Did you hear the good news? One of the groups the Memphis Public Library plans to target are teenagers. A new room, the Teen Learning Lab, is being discussed to better service kids ages 12 and up. The aim is to entice adolescent readers to become more engaged with books and technology at the library. You can read more here.
The learning lab, which is projected to cost $1.5 million, is currently in the fund-raising stage. (NOTE: As of early April, $1.1 million in pledges and gifts have been raised.)
Memphis Flyer writer Leonard Gill sat down with Luis Herrera, city librarian with the San Francisco Public Library and the 2012 recipient of the Librarian of the Year award from Library Journal.
Keenon McCloy, director of the Memphis Public Library, says she brought Herrera to Memphis because, "Luis was the person we needed to hear from about teen services. The San Franscisco Public Library is opening its own digital learning lab for teens. Memphis is working to raise funds for such a lab here at the Central Library. So this was an ideal time to bring Luis to talk about what's working for San Fransisco, what their plans are."
The learning lab will be a place of traditional and nontraditional ways of learning, a space where teens can also express themselves. Here are a few more details from the Flyer interview:
San Fransisco has a teen learning lab planned for it's main branch. Memphis now has too. And other cities already have them. Why this uptick in teen services?
It's a different world now. Teen services are designed to engage young people — our future leaders, the future advocates for libraries. But think of the way you or I learned in a traditional classroom setting. Learning is now much more interactive, much more experiential. Youngsters don’t want to be spoon-fed. They want to create their own learning experience. Libraries are perfect for that.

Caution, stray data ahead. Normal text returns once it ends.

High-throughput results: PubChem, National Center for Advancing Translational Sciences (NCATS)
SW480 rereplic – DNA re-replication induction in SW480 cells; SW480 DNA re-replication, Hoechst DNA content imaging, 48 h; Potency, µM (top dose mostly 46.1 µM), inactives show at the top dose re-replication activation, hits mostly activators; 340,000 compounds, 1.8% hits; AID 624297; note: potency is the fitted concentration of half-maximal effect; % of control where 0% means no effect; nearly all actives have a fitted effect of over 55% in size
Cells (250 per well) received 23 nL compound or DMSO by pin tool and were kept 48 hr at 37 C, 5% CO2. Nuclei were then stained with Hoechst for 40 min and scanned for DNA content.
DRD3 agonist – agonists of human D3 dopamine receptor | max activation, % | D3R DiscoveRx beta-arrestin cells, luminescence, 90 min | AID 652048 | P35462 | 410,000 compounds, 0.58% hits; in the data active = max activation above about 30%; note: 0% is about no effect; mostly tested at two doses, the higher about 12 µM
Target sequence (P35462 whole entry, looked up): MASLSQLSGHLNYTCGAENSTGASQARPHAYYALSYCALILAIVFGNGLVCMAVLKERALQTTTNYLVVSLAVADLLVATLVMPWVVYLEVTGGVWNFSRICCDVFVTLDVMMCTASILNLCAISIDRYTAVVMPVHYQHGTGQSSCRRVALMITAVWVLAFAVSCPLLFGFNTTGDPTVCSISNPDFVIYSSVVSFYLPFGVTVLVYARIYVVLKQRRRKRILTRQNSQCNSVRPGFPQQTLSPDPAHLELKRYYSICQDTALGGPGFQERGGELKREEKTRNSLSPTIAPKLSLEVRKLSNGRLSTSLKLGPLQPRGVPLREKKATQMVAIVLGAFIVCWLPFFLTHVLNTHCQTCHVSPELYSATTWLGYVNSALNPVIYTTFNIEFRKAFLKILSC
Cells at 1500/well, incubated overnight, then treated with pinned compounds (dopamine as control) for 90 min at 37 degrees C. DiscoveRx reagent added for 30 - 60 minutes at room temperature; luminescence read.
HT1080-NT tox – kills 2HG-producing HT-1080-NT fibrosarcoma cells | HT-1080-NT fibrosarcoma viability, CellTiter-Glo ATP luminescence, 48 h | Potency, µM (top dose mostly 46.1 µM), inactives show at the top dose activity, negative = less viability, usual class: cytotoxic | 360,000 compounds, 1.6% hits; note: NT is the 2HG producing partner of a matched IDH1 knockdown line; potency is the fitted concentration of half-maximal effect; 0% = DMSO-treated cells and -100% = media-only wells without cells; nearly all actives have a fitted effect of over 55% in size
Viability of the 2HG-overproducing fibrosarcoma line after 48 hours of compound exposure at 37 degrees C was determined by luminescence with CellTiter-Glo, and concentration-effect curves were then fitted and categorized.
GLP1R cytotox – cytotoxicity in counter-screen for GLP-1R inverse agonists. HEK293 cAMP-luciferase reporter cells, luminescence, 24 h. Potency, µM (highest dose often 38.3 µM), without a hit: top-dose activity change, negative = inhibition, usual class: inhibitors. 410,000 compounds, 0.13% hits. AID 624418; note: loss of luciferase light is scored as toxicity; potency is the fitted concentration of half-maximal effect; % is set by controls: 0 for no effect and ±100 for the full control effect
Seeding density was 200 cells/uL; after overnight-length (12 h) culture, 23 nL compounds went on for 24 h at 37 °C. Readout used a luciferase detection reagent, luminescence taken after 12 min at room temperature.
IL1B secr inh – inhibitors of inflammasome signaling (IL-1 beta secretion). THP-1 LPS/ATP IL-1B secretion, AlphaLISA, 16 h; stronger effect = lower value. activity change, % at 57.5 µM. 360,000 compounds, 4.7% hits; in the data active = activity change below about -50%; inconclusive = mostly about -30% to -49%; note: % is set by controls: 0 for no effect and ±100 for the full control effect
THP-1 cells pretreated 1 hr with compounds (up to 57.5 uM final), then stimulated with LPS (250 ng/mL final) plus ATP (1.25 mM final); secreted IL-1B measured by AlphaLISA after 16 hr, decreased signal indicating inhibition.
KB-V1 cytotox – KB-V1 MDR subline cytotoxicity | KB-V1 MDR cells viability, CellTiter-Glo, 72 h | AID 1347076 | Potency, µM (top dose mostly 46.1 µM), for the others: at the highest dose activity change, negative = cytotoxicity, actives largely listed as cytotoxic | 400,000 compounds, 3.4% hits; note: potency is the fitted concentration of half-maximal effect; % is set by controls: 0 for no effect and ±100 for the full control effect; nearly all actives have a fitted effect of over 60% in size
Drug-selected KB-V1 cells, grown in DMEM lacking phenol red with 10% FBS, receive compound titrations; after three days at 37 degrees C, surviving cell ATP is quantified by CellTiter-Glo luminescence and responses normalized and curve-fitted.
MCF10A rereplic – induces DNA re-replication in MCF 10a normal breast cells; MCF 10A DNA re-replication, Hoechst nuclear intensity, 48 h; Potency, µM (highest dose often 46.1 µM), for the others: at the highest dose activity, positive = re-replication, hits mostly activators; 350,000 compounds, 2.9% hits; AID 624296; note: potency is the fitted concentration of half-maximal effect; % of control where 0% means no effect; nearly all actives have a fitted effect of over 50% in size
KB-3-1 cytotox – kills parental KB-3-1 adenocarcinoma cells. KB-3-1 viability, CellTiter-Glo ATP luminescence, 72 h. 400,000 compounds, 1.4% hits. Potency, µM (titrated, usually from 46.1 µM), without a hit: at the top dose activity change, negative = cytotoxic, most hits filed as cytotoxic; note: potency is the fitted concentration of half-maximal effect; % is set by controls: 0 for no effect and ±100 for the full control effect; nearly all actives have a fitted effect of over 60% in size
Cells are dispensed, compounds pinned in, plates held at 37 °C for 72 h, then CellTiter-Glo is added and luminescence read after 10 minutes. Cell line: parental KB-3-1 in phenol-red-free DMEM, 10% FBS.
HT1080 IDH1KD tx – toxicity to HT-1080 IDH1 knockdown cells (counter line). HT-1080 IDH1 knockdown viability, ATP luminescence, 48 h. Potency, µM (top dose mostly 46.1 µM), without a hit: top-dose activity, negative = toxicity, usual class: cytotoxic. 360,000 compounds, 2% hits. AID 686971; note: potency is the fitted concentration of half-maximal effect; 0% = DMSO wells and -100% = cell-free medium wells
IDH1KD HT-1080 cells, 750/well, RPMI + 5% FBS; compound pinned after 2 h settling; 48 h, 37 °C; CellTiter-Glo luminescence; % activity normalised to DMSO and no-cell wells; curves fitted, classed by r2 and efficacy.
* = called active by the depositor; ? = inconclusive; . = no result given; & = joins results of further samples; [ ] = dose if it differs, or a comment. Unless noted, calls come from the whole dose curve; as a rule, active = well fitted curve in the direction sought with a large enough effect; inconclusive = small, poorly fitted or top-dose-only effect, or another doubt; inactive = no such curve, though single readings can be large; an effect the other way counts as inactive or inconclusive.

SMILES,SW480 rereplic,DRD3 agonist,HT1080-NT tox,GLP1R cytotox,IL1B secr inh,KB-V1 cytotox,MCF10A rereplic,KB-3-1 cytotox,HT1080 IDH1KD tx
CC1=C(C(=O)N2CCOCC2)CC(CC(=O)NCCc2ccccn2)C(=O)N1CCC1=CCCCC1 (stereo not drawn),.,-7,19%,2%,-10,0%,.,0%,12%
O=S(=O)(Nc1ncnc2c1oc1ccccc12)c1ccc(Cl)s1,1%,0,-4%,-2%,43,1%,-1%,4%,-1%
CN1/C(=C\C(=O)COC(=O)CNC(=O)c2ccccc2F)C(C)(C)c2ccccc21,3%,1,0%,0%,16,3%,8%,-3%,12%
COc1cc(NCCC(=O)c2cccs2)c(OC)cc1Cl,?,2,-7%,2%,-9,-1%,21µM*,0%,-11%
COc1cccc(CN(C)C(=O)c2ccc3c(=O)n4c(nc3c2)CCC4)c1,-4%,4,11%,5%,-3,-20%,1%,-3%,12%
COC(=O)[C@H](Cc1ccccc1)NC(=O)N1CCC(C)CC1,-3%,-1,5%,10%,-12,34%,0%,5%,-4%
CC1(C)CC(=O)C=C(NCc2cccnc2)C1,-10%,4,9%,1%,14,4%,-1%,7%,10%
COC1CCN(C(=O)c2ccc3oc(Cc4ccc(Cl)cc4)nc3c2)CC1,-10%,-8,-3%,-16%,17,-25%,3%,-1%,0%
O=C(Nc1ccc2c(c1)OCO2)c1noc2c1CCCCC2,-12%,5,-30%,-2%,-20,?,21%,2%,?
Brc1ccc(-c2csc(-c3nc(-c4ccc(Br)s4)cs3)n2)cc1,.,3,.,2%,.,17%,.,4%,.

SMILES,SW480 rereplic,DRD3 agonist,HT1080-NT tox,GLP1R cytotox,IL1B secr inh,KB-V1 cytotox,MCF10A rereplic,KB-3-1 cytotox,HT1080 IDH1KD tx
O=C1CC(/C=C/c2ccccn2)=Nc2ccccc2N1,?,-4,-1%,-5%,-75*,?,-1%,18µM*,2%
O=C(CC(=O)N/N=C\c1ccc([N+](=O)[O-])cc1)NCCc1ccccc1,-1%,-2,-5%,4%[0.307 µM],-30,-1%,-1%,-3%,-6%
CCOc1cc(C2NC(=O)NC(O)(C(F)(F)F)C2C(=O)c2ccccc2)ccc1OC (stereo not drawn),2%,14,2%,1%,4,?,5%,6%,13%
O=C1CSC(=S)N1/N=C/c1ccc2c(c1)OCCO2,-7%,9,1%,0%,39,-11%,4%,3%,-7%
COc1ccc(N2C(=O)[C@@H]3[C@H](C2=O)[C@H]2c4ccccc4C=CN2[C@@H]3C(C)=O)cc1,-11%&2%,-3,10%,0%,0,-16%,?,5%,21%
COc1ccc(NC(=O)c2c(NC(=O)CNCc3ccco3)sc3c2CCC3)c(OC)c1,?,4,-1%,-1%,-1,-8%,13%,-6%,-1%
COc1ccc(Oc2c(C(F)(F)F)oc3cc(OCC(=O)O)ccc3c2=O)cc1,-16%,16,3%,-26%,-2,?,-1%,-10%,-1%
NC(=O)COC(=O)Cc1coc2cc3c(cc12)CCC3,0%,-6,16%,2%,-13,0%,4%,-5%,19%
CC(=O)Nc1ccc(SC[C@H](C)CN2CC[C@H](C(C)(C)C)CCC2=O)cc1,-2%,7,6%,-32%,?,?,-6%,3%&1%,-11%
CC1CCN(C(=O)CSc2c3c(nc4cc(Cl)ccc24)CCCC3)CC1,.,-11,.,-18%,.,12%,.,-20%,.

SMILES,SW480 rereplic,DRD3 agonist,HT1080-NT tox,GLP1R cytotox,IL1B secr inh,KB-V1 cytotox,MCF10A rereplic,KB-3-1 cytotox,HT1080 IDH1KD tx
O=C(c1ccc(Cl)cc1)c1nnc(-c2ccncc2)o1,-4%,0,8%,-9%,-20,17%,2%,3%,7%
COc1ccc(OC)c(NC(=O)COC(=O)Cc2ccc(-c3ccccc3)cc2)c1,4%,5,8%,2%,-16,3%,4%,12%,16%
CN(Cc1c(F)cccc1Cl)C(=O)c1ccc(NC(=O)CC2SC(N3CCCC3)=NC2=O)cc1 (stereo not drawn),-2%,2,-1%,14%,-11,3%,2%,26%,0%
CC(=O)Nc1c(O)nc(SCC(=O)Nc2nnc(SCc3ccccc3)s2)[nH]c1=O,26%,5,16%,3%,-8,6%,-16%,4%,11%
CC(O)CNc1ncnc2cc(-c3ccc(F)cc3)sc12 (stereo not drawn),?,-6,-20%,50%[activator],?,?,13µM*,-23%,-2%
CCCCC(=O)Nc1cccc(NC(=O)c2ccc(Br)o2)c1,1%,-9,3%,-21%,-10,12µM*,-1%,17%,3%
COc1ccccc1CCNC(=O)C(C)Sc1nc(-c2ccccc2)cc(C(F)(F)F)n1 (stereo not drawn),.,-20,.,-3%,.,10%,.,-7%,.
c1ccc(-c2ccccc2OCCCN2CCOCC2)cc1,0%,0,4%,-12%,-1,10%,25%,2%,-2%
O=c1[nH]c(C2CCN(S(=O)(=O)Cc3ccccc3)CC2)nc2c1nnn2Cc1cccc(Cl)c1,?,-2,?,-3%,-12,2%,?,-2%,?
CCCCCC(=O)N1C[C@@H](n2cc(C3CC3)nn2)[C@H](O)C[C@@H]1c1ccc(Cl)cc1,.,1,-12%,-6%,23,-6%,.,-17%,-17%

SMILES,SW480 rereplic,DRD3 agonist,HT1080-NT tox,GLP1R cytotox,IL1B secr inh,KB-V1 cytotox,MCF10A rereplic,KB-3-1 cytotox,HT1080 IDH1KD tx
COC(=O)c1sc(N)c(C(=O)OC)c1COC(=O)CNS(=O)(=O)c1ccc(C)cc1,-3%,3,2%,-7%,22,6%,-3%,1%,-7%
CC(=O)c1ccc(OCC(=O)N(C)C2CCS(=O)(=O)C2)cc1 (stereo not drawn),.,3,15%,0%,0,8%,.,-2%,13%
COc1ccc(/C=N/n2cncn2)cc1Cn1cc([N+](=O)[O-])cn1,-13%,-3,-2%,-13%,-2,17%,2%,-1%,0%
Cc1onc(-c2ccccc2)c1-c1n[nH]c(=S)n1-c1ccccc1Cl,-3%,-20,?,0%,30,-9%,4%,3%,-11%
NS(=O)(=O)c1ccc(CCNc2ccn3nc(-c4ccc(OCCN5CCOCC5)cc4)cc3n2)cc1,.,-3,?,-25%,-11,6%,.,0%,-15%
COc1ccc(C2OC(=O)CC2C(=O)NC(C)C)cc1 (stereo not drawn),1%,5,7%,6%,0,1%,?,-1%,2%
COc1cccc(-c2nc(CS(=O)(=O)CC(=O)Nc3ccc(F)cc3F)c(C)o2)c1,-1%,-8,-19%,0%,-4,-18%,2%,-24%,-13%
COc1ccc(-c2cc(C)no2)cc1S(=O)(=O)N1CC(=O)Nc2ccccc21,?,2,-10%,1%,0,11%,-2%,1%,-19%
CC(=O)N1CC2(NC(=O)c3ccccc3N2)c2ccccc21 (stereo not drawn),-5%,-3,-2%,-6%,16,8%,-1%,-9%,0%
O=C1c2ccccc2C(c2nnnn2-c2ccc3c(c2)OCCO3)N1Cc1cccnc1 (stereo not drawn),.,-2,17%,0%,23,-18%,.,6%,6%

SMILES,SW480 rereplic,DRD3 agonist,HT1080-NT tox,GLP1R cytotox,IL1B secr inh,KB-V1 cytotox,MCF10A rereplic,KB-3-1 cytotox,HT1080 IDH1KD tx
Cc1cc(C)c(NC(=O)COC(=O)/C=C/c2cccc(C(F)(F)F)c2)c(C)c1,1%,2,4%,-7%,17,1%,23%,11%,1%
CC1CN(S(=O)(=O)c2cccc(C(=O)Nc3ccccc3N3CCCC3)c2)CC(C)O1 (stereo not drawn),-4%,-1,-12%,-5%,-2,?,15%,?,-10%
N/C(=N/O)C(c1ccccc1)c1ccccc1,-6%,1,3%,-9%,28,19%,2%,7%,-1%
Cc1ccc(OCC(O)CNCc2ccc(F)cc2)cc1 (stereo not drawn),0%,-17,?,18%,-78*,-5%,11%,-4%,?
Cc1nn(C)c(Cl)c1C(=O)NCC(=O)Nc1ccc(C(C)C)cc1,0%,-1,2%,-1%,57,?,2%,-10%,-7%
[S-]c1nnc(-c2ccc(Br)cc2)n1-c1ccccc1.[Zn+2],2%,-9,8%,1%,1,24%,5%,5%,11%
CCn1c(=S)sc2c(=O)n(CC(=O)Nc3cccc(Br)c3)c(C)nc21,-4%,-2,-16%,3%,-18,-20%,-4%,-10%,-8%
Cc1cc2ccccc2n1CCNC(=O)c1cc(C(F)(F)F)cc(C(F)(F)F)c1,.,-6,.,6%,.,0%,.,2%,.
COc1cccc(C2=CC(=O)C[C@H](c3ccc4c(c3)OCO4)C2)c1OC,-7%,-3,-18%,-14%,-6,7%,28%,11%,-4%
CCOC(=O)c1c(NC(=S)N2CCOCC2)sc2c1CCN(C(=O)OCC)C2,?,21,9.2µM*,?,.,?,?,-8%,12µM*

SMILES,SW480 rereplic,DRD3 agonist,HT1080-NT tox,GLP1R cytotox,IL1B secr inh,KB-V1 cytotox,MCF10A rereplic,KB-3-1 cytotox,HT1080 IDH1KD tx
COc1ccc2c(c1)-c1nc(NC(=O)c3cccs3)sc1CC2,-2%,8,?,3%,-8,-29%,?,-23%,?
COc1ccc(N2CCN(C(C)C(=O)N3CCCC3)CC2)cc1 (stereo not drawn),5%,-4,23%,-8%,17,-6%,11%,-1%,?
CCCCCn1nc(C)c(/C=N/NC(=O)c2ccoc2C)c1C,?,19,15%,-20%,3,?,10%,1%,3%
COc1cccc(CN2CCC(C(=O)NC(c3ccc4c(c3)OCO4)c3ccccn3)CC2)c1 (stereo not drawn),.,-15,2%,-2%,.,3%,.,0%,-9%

What are your impressions of the plans for Memphis? Memphis is doing good stuff. The strategic plan calls for access to technologies. But I also talked today about taking a more proactive approach to engaging youngsters — “bringing it.” That means they have to be the ones telling us what they want. The success we’ve had in San Francisco is because the youth have felt they fully “own” it. We call it “connected learning”: anything that happens outside the traditional school environment.
You want to have what young people are interested in, not what we assume they should be learning. It’s almost peer-to-peer learning. Like Memphis, in San Francisco we’ll have a video and audio lab. Youngsters will learn how to use new media. It will be hands-on. That’s key: ownership, the “buy-in.” It’s going to be their space. They tell us what’s going to work and what isn’t.
To read the full article at the Flyer, go here.
Jane Schneider and Leonard Gill